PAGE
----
Aerospace Sciences

Enhancing capabilities to measure, analyze and control fluid flows

The Fluid Dynamics Technical Committee focuses on the behaviors of liquids and gases in motion and how those behaviors can be harnessed in aerospace systems.

A team from Sandia National Laboratories in New Mexico completed in July a multiyear computational fluid dynamics validation challenge for a transonic flow over an axisymmetric body with shock-induced separation by implementing modern diagnostic capabilities for measuring surface pressure, surface shear stress and the off-body velocity field. The challenge kept participants “blind” to the experimental results and provided them only with the wind tunnel and model geometries and measured boundary conditions. Simulation results from Sandia and six participating teams, which used a variety of Reynolds-averaged Navier-Stokes and scale-resolving CFD techniques, highlighted the challenges of simulating separated flows when only minimal flow-field quantities are known. Researchers publicly released the validation dataset in August at AIAA’s Aviation Forum so that additional computational teams could test their own capabilities.

The DARPA Control of Revolutionary Aircraft with Novel Effectors, or CRANE, program is developing unique aircraft configurations that incorporate active flow control as the primary design consideration. This year, CRANE research collaborators worked on Phase 0, a 12-month program phase focused on extensive trade studies, component testing, and system modeling and analysis. Researchers matured their design tools and selected active flow control technologies prior to selecting a conceptual aircraft design. By August, DARPA had chosen selected teams to proceed to Phase 1 of the program, in which they will complete preliminary reviews of their designs.

Researchers at the University of California San Diego have developed a novel modal decomposition technique, the bispectral mode decomposition, which can identify nonlinear cascades in large datasets arising from experiments and computations. This technique gives insights into nonlinear triadic interactions among frequencies, as well as their causal relations, and computes interaction maps that indicate regions of nonlinear coupling. In August, the researchers presented the first practical applications of the method to turbulent jet acoustics and its use in the approximation of nonlinear transfer functions for real-time estimation.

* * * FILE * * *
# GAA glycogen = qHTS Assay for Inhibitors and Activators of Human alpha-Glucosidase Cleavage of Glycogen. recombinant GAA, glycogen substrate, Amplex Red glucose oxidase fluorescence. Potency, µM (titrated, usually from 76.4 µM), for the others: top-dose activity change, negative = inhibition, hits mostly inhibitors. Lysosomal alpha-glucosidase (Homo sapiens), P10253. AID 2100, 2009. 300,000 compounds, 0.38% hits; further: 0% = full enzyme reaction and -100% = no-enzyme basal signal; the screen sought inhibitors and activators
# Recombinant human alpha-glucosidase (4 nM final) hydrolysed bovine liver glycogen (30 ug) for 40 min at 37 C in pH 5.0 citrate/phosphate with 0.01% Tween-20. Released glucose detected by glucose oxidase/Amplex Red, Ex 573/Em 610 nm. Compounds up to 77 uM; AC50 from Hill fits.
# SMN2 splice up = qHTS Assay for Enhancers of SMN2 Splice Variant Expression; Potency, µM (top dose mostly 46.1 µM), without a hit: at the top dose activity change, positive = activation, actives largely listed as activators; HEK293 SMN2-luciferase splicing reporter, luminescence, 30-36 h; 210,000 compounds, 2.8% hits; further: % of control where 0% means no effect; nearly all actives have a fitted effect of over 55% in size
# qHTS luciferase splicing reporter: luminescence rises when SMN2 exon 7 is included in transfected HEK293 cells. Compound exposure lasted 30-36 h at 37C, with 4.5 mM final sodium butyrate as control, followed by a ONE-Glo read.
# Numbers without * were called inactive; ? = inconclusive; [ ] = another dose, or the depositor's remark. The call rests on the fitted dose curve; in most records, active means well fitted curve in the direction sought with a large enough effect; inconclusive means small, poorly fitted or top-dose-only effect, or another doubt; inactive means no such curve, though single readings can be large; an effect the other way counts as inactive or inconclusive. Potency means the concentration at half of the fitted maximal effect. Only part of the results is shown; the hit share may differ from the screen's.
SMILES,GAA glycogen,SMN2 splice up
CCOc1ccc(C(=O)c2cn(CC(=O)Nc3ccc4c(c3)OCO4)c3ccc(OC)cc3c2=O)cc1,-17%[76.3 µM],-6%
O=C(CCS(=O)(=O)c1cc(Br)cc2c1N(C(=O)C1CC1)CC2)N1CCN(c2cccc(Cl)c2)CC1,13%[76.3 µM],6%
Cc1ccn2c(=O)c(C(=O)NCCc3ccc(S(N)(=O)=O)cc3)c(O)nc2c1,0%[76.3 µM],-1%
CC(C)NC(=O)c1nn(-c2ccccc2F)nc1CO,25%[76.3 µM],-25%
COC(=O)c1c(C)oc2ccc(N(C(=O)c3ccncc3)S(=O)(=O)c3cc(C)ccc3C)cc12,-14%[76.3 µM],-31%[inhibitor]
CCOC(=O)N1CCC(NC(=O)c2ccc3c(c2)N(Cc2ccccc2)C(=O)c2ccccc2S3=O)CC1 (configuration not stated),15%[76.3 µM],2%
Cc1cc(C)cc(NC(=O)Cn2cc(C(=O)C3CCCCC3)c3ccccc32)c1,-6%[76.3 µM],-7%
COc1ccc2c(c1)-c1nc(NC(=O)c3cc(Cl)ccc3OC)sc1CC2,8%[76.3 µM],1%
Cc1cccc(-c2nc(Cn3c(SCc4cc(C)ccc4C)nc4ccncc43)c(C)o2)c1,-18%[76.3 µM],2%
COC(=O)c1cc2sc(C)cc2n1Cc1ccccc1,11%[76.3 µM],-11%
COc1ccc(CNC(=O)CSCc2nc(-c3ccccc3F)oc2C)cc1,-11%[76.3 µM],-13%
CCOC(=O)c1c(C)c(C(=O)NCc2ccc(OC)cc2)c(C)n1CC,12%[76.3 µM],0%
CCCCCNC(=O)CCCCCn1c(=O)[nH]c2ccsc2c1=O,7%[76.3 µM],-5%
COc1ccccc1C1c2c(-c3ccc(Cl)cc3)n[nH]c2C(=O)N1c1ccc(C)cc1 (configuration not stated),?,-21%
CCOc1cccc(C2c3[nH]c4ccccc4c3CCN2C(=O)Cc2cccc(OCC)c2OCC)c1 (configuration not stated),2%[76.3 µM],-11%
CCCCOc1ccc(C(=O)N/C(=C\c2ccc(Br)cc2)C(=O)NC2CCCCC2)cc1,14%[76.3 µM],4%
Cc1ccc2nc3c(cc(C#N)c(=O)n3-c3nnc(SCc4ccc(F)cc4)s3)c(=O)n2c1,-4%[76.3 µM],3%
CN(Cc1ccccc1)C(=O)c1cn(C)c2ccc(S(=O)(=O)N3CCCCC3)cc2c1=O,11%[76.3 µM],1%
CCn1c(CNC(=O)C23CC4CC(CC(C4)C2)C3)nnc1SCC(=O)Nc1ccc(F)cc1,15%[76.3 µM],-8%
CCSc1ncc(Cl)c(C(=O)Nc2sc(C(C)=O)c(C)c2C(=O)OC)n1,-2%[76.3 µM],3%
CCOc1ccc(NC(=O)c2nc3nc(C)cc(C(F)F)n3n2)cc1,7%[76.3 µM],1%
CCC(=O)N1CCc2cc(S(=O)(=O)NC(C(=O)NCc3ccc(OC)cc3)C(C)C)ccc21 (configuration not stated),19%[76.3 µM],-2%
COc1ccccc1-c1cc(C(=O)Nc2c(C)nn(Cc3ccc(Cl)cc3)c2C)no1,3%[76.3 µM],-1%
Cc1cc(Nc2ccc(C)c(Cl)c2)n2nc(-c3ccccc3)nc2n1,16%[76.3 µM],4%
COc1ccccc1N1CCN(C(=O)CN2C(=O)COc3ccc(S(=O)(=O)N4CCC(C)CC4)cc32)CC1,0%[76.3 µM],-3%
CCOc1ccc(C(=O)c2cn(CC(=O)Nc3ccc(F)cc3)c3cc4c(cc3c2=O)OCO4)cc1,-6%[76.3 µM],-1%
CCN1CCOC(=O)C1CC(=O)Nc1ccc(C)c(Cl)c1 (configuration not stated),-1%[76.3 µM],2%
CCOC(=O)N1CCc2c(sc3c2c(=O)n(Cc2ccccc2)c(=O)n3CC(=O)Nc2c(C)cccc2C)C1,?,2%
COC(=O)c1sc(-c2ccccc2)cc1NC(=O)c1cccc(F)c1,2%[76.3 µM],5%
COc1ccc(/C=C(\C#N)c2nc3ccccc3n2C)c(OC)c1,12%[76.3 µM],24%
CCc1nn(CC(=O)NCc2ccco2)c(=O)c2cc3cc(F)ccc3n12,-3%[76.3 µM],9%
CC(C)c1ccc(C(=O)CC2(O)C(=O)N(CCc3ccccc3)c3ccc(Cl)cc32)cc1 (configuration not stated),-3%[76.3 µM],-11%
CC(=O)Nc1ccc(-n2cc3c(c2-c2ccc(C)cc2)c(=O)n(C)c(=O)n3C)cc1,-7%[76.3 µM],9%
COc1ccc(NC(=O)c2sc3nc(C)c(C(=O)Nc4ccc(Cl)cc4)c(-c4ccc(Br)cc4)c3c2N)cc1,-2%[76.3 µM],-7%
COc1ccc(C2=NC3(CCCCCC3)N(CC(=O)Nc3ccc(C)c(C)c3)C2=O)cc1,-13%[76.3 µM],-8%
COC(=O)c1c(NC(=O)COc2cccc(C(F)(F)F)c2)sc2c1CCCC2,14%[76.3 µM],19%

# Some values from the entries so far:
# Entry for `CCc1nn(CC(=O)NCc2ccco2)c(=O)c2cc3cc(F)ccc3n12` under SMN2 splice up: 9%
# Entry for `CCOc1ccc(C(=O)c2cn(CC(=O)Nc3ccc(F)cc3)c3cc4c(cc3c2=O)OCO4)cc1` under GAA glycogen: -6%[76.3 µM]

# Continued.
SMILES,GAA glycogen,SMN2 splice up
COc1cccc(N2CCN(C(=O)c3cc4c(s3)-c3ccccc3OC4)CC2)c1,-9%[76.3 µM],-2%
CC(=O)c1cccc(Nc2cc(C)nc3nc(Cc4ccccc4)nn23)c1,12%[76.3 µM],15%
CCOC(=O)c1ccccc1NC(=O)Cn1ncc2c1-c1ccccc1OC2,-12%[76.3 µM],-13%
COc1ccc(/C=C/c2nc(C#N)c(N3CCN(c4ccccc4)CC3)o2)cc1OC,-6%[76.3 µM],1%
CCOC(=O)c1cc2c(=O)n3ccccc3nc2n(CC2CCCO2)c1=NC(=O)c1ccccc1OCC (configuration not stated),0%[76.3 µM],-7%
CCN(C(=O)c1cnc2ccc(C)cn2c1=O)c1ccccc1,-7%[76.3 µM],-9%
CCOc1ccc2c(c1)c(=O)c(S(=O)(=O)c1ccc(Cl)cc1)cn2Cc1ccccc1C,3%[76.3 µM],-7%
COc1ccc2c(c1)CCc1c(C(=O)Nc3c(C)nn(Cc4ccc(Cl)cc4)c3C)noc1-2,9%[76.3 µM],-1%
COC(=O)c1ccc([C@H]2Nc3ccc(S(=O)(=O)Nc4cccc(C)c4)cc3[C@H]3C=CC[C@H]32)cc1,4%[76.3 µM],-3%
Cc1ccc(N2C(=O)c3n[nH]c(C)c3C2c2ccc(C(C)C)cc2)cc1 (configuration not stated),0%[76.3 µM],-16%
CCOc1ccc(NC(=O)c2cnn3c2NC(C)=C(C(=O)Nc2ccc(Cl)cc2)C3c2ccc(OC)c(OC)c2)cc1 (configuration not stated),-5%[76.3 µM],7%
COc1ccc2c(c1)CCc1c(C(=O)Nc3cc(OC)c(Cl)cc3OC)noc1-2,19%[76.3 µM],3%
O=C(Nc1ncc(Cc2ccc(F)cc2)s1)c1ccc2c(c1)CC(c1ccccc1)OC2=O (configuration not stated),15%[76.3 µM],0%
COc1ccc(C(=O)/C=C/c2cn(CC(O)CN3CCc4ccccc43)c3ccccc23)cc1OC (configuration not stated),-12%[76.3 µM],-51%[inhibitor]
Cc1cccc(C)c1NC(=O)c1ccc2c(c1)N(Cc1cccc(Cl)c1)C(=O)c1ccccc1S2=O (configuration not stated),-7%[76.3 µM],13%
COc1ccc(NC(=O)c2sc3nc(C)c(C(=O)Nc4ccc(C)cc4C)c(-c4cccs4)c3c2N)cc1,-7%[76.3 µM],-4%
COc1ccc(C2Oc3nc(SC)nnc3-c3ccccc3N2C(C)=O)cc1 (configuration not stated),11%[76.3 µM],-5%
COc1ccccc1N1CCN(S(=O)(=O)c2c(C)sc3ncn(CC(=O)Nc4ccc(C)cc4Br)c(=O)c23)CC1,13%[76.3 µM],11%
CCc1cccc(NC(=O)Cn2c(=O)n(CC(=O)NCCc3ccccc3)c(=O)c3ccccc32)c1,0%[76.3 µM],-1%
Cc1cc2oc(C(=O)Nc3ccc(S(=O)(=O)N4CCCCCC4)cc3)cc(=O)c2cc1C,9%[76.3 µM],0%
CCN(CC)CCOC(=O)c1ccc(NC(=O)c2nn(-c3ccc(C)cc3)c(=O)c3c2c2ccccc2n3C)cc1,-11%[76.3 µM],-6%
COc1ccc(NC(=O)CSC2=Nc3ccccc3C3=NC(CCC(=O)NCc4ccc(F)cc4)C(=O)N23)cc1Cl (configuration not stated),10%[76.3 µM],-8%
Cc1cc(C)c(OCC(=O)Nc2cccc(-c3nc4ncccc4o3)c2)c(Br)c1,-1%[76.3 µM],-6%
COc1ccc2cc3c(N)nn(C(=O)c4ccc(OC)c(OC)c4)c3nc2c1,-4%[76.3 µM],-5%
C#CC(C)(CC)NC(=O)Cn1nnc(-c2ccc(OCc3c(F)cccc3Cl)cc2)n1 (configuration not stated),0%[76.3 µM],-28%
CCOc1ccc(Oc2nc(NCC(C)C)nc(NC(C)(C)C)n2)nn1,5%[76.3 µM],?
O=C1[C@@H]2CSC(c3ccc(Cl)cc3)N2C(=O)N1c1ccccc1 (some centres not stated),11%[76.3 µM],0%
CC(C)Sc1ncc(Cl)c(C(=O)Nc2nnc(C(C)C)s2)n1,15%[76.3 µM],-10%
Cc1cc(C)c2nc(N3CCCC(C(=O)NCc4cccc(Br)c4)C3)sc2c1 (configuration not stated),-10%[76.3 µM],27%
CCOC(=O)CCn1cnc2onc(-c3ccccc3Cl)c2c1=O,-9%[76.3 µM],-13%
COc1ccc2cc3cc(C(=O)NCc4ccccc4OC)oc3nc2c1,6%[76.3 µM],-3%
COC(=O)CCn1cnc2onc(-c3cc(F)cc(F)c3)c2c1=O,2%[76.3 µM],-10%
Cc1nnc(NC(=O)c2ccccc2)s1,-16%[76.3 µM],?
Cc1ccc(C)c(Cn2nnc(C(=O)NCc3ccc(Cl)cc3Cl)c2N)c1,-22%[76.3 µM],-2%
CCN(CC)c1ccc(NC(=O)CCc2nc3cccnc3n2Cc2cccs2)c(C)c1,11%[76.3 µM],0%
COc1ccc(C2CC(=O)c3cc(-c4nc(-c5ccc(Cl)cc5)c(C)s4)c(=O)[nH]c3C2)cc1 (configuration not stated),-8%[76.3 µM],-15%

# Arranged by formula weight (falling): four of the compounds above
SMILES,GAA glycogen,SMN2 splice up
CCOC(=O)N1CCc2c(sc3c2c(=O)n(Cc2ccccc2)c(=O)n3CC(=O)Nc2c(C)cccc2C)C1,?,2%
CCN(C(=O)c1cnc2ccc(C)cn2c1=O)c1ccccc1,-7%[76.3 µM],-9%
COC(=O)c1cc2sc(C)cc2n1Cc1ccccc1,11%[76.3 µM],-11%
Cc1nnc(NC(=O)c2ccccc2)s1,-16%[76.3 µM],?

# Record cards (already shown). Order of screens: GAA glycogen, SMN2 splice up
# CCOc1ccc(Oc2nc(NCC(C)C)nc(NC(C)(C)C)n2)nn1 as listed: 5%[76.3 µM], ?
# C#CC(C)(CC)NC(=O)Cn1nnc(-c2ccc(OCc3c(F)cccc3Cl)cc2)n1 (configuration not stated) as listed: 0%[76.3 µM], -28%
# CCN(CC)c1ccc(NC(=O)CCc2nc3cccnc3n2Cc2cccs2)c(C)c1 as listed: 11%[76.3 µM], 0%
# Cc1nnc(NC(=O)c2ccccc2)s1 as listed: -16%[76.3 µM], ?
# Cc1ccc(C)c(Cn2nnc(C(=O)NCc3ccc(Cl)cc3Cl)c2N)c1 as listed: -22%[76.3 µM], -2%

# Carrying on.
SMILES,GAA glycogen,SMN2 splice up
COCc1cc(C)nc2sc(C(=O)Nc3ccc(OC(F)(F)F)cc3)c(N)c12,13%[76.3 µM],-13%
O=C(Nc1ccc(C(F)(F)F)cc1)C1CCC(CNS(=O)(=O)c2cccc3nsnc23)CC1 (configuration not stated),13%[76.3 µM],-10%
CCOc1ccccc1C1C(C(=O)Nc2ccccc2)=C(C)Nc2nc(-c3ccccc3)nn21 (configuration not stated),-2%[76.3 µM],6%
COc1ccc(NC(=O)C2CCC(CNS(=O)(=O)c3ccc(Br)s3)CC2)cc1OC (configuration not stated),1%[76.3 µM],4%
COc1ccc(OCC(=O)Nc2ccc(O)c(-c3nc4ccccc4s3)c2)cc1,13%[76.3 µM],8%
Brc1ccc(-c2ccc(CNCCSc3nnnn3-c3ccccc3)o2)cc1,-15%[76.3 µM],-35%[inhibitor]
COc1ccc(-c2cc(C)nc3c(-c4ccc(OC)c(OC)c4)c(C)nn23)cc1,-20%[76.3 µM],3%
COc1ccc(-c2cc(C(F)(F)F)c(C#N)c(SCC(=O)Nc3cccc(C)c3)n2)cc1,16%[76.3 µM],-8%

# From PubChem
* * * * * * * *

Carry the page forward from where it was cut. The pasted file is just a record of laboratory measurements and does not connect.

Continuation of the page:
At Michigan State University, researchers have demonstrated that the intermodal phase in a bimodal forcing scheme of an impinging jet can fundamentally alter the nature of vortex development in the jet, and this year, they incorporated time-resolved visualization to examine the evolution of instantaneous vortex structures. At certain intermodal phases, the jet vortices develop in a shear-layer-like manner, while at other phases, wake-like growth is observed. At yet other phases, more complex, intermittent behavior is found. These findings highlight the potential of using bimodal forcing as an effective tool for manipulating impinging jets in new ways to alter their effectiveness in cooling the impingement surface, or to change their noise signature.

In April, a team at the University of Minnesota demonstrated a unique measurement technique, digital Fresnel reflection holography, to quantify near-wall topology in three-dimensional flows. DFRH can achieve near-wall flow measurements at unprecedented spatial resolution and offers a new concept for designing highly compact digital inline holography probes. DFRH has discovered Kolmogorov-scale meandering motions that are responsible for stress events currently unresolved by state-of-the art direct numerical simulations. Based on these observations, researchers proposed a mechanism for drag reduction and flow control with roughness at a scale that is traditionally considered to be hydrodynamically smooth.

Contributors: Ryan Hofmeister, Jiarong Hong, Nathan Miller, Ahmed Naguib and Oliver Schmidt

Enhancing capabilities to measure, analyze and control fluid flows